The French government vowed on Thursday to push through pension reform by the end of the winter despite opposition from unions which launched a first major day of strikes.

A call for nationwide stoppages by the CGT union on Thursday -- the first since President Emmanuel Macron was re-elected in April -- caused some disruption, but was not widely followed.

Several unions, including the country's biggest, did not take part, although all of them and left-wing political parties are gearing up for a months-long fight over efforts to raise the pension age.

"It's the start of a social battle," leading left-wing MP Alexis Corbiere from the France Unbowed (LFI) party told AFP as he took part in a protest march of tens of thousands in Paris. "My hope is that this is the starting point."

Macron made raising the retirement age from its current level of 62 one of the key planks of his re-election campaign, arguing that the current system was unsustainable and too expensive.

"All the unions in France are against working up to 64 or 65 years. Because it's stupid," the head of the CGT union, Philippe Martinez, told France 2 on Thursday.

Left-wing political parties have called their own separate rallies on October 16 to demand pay rises and an end to the planned pension changes.

Though Macron is known to be in a hurry to push through legislation, Prime Minister Elisabeth Borne announced Thursday that the government would spend another few months in consultations with unions and other political parties.

"There are important questions we want to open talks about," she told AFP after talks at the presidential palace on Wednesday evening.

A bill would be voted on "before the end of the winter", she promised.

- Fresh elections? -

With deficits spiralling and public debt at historic highs, Macron views pushing back the pension age as one of the only ways the state can raise revenues without increasing taxes.

But his centrist party lost its majority in parliament in June, severely undermining his ability to make changes that are broadly unpopular.

Labour Minister Olivier Dussopt said that the 44-year-old head of state would not hesitate to call fresh elections if opposition parties voted down the government over the reform.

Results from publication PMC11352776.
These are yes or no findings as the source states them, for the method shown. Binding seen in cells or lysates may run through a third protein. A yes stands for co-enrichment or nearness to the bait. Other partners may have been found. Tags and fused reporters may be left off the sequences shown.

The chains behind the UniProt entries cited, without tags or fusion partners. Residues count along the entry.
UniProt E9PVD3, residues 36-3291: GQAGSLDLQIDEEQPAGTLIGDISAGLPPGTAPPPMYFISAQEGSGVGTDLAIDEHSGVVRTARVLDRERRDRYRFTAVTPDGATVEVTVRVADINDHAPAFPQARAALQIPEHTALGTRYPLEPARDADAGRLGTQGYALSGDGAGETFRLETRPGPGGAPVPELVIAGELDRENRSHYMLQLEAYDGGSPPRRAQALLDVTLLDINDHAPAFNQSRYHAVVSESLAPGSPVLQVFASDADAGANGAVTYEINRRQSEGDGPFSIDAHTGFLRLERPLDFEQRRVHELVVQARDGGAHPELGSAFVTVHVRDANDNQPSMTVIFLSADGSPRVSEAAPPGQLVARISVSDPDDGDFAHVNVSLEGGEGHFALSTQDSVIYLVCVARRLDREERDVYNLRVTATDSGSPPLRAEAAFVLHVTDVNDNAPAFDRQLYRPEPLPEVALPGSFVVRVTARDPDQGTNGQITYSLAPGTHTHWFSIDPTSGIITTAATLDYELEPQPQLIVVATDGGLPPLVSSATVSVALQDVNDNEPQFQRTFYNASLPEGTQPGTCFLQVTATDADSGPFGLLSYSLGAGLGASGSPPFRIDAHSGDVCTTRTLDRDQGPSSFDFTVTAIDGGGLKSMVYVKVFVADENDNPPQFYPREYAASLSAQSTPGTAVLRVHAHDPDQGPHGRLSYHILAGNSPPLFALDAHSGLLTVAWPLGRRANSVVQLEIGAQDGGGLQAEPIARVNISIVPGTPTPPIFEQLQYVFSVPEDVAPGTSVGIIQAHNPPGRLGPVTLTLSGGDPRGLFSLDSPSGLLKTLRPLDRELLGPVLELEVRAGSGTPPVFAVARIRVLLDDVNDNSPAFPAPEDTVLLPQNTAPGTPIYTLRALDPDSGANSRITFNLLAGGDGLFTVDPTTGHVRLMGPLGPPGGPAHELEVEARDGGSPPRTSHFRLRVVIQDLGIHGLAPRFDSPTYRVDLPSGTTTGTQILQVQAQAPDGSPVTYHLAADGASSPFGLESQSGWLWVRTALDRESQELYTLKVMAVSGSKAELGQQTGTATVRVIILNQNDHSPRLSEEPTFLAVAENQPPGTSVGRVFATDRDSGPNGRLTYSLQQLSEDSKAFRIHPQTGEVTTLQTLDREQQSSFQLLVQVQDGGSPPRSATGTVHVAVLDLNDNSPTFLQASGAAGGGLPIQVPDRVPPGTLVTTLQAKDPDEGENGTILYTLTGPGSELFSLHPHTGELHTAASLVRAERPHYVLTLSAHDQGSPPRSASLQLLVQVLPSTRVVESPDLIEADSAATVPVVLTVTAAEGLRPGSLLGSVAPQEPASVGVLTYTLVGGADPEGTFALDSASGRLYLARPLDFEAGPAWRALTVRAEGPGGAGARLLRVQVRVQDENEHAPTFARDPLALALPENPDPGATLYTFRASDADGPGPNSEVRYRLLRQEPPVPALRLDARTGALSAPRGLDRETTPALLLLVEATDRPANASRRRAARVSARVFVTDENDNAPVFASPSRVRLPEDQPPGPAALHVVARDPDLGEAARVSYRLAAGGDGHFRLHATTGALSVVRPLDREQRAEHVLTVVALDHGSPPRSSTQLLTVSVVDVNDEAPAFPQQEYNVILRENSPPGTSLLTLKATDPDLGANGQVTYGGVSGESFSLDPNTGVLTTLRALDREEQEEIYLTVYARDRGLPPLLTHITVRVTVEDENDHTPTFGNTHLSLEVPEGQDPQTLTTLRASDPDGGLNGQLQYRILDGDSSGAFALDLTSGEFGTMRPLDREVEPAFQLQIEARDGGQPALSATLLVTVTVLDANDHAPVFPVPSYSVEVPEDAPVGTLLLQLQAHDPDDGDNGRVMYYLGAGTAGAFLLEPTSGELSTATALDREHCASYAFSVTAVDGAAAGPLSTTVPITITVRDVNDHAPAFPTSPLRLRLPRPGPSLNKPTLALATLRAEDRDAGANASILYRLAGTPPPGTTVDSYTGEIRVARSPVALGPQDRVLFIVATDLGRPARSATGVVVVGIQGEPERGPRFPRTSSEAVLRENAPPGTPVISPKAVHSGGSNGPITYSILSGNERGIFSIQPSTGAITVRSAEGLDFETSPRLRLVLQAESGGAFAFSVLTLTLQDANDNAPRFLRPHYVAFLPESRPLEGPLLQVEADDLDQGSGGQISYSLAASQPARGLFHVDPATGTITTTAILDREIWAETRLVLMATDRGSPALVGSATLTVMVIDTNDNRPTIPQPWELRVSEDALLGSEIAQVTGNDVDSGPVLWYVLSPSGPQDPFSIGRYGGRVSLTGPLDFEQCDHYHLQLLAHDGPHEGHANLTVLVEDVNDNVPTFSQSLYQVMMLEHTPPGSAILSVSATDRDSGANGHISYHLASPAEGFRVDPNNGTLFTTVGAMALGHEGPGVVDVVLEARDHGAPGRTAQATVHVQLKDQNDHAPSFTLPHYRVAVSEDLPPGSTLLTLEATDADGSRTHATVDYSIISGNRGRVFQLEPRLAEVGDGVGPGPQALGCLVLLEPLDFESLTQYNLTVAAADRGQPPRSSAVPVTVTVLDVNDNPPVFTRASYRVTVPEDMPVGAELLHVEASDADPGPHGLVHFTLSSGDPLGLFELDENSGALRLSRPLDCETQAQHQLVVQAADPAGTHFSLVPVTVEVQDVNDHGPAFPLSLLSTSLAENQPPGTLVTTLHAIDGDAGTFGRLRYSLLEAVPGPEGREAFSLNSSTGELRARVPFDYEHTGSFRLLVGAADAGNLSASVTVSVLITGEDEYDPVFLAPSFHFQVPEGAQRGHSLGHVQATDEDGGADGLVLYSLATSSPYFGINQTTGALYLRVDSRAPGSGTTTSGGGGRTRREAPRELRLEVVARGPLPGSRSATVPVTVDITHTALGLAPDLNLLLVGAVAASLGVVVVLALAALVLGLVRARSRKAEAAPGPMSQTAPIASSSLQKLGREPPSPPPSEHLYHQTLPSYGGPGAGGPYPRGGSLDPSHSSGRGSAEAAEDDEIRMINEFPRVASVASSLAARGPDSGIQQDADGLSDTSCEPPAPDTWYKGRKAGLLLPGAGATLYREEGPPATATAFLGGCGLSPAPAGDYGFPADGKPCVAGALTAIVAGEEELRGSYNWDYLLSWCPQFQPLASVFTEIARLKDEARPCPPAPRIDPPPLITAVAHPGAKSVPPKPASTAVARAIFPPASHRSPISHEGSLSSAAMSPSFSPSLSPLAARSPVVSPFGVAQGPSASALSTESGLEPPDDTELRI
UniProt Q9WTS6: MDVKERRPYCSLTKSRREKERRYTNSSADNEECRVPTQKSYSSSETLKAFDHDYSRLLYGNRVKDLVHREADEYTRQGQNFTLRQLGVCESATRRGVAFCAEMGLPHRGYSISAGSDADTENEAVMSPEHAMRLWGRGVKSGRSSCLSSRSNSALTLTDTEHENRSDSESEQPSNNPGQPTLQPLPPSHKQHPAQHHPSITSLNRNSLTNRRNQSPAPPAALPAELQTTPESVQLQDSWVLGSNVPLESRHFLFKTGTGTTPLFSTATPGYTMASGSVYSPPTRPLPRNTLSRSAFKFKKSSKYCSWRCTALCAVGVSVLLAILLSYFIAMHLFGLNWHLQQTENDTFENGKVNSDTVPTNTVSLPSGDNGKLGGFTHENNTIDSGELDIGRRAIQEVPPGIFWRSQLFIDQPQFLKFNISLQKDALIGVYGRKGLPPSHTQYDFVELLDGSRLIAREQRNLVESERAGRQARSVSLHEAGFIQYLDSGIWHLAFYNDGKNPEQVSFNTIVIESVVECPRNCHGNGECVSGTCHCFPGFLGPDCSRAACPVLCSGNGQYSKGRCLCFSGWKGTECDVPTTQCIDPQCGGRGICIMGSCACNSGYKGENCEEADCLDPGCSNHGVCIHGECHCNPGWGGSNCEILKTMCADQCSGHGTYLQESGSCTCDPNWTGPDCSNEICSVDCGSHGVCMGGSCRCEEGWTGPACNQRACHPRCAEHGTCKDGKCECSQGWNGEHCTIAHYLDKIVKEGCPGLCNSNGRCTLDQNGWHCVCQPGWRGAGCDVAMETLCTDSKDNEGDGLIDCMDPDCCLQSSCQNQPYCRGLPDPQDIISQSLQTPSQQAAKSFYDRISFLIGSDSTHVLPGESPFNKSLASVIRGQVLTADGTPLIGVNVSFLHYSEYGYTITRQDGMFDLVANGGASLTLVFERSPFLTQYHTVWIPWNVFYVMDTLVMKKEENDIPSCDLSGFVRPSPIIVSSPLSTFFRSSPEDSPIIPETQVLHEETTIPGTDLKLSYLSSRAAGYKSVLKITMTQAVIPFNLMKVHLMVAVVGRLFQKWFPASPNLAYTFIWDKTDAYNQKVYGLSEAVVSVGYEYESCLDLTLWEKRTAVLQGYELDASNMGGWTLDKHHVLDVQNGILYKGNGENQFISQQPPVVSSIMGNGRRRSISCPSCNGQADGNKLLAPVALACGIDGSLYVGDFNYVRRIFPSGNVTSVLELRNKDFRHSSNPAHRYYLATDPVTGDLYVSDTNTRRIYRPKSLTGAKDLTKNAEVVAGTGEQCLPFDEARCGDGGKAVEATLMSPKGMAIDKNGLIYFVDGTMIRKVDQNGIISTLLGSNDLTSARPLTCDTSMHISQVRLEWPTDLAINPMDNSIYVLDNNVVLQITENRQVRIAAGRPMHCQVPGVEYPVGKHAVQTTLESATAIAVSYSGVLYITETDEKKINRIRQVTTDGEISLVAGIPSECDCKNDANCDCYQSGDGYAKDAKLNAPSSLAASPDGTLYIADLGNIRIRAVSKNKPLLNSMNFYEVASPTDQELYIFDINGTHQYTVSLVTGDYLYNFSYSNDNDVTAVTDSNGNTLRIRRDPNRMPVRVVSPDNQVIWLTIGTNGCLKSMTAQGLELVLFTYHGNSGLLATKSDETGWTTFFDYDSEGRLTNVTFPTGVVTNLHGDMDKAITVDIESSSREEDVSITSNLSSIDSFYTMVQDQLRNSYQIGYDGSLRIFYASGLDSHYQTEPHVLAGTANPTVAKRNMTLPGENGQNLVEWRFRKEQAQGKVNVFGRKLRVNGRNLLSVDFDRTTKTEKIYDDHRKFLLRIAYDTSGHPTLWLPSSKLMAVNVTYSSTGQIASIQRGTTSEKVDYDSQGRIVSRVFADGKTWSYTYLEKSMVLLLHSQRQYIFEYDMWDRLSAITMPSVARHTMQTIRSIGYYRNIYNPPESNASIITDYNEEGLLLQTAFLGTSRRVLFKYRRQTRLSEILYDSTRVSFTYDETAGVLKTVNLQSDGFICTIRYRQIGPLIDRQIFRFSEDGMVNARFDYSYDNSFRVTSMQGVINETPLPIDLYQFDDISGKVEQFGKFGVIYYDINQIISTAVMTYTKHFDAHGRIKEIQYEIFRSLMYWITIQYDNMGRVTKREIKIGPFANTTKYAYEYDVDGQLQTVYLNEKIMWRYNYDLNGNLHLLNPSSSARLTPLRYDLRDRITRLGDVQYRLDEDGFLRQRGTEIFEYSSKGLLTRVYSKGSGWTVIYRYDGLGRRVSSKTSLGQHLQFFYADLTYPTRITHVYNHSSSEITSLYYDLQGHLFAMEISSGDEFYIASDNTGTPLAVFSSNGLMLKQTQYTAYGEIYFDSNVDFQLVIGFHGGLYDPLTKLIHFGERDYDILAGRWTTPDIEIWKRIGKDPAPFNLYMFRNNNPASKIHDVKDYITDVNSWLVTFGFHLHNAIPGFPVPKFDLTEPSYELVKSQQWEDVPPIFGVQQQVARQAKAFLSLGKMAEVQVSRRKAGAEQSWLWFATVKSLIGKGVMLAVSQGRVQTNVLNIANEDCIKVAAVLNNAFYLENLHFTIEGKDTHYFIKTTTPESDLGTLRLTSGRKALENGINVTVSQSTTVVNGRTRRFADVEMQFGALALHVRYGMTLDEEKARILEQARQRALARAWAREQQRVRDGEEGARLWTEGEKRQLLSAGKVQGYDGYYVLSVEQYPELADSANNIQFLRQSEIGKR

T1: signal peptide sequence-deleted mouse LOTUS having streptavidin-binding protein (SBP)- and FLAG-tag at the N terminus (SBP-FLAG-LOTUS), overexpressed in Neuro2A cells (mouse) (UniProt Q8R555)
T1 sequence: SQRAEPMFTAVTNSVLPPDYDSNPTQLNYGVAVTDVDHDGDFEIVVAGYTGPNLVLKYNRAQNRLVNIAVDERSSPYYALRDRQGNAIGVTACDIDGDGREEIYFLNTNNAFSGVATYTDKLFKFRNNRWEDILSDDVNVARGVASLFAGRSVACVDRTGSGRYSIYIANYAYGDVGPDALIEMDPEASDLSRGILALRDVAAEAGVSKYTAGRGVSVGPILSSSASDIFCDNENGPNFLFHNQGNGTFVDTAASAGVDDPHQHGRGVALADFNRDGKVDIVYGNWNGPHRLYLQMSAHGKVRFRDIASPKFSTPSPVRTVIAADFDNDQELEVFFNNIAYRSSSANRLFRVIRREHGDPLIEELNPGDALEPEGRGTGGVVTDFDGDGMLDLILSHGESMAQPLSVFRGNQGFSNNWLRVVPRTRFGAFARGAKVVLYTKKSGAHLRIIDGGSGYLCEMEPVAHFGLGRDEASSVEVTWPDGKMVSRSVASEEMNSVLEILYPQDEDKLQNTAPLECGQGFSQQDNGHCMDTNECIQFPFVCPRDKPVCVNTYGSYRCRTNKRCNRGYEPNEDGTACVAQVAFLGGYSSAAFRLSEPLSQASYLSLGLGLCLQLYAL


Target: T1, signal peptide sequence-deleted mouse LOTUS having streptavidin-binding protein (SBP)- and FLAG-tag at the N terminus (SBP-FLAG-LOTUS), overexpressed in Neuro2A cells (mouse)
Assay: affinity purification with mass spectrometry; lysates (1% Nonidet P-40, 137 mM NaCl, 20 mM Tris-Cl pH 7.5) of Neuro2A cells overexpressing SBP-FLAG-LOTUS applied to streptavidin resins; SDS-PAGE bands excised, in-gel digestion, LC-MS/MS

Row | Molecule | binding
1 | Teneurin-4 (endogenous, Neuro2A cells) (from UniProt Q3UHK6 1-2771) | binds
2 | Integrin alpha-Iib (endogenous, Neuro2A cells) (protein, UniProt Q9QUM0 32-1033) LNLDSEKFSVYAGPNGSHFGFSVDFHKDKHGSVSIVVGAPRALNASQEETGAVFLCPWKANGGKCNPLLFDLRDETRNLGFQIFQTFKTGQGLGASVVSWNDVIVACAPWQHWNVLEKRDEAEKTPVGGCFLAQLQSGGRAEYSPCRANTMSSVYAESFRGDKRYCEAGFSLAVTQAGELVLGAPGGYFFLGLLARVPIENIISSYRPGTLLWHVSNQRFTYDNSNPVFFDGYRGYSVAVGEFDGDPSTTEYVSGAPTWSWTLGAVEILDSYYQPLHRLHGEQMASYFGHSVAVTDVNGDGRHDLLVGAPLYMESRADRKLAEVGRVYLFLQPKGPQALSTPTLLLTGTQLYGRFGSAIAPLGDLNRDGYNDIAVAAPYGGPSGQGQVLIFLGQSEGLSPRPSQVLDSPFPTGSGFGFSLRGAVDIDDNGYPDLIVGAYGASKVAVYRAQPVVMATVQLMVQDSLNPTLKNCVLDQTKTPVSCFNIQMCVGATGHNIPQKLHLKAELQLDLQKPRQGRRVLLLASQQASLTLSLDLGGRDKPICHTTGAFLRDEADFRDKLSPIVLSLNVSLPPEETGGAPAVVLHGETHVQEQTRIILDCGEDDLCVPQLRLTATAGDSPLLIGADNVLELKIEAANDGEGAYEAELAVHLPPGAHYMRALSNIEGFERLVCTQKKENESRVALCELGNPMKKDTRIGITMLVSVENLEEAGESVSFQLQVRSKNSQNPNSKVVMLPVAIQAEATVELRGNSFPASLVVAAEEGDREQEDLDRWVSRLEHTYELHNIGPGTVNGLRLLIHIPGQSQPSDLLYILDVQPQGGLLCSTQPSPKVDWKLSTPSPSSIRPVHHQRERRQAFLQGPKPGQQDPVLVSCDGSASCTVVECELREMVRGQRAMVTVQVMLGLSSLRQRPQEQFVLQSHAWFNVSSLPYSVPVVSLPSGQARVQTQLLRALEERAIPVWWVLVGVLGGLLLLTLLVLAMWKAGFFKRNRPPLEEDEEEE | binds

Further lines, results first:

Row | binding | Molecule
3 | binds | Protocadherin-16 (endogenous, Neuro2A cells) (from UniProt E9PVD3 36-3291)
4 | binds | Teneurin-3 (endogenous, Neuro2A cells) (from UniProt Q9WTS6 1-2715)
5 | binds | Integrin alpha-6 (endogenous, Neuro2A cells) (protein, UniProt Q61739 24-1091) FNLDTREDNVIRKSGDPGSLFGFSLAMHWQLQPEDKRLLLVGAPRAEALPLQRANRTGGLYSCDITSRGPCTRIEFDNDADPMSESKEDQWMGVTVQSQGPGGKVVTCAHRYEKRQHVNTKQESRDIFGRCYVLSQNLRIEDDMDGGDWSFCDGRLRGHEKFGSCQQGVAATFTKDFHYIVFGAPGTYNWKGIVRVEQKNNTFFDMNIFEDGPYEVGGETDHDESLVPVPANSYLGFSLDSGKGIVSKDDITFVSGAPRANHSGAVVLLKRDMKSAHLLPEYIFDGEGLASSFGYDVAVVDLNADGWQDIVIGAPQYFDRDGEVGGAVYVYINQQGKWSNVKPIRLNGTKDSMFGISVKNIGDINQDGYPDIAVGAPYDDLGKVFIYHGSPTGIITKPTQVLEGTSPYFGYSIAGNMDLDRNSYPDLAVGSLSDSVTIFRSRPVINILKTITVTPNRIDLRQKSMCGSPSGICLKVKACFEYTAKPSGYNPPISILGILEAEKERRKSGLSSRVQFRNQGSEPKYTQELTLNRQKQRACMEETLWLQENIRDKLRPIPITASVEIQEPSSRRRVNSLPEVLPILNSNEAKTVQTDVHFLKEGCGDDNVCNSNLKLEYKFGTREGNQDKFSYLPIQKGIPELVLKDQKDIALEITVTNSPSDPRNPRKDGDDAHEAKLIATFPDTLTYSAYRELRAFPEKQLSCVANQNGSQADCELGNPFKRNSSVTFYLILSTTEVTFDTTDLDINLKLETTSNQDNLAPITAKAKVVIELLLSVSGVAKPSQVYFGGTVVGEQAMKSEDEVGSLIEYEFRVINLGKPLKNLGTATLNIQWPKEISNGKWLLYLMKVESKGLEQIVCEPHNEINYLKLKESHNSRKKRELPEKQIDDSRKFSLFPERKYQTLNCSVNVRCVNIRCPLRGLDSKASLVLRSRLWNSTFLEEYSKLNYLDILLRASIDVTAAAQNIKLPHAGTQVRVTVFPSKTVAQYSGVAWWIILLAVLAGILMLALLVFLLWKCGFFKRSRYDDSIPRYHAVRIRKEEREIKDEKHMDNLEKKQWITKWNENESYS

"If all of the opposition comes together to adopt a vote of no-confidence and brings down the government, he (Macron) will let French people decide and say what sort of a majority they want," Dussopt told the LCI channel.

No opposition party has pledged to support the centrist minority government so far, but the conservative Republicans might still be persuaded, observers say.

"I'm not sure that there's a majority in the country for working longer, lowering unemployment benefits and freezing salaries," Corbiere said in a swipe at Macron's economic policies.

The government has raised salaries for public sector workers -- but below inflation of nearly 6.0 percent.

"We're ready," added Corbiere.

- Stoppages -

The strike on Thursday was followed by about one in ten teachers, according to the education ministry, leading to school closures in some areas.

One in three railway workers also stopped work, according to the CGT, leading to major cancellations on key routes including Paris-Bordeaux.

The biggest of around 200 protests nationwide drew up to 40,000 people in Paris, according to organisers, while around 4,000 people marched in the southern city of Marseille.

"It's a bit disappointing," said Nathalie Bourget, a teacher at the Paris march. "We were hoping for more."

The strikes and demonstrations were much smaller than in 2019 -- Macron's last attempt to reform pensions -- when hundreds of thousands marched and a four-week strike hit the Paris transport system.

Macron called off the reform several months later amid the Covid-19 pandemic.

"It's up to us to show our determination, to show that street protests still have some power," said Xavier Signac, a 48-year-old member of the UNSA union from southwest France, as he walked along with a flag in Paris.

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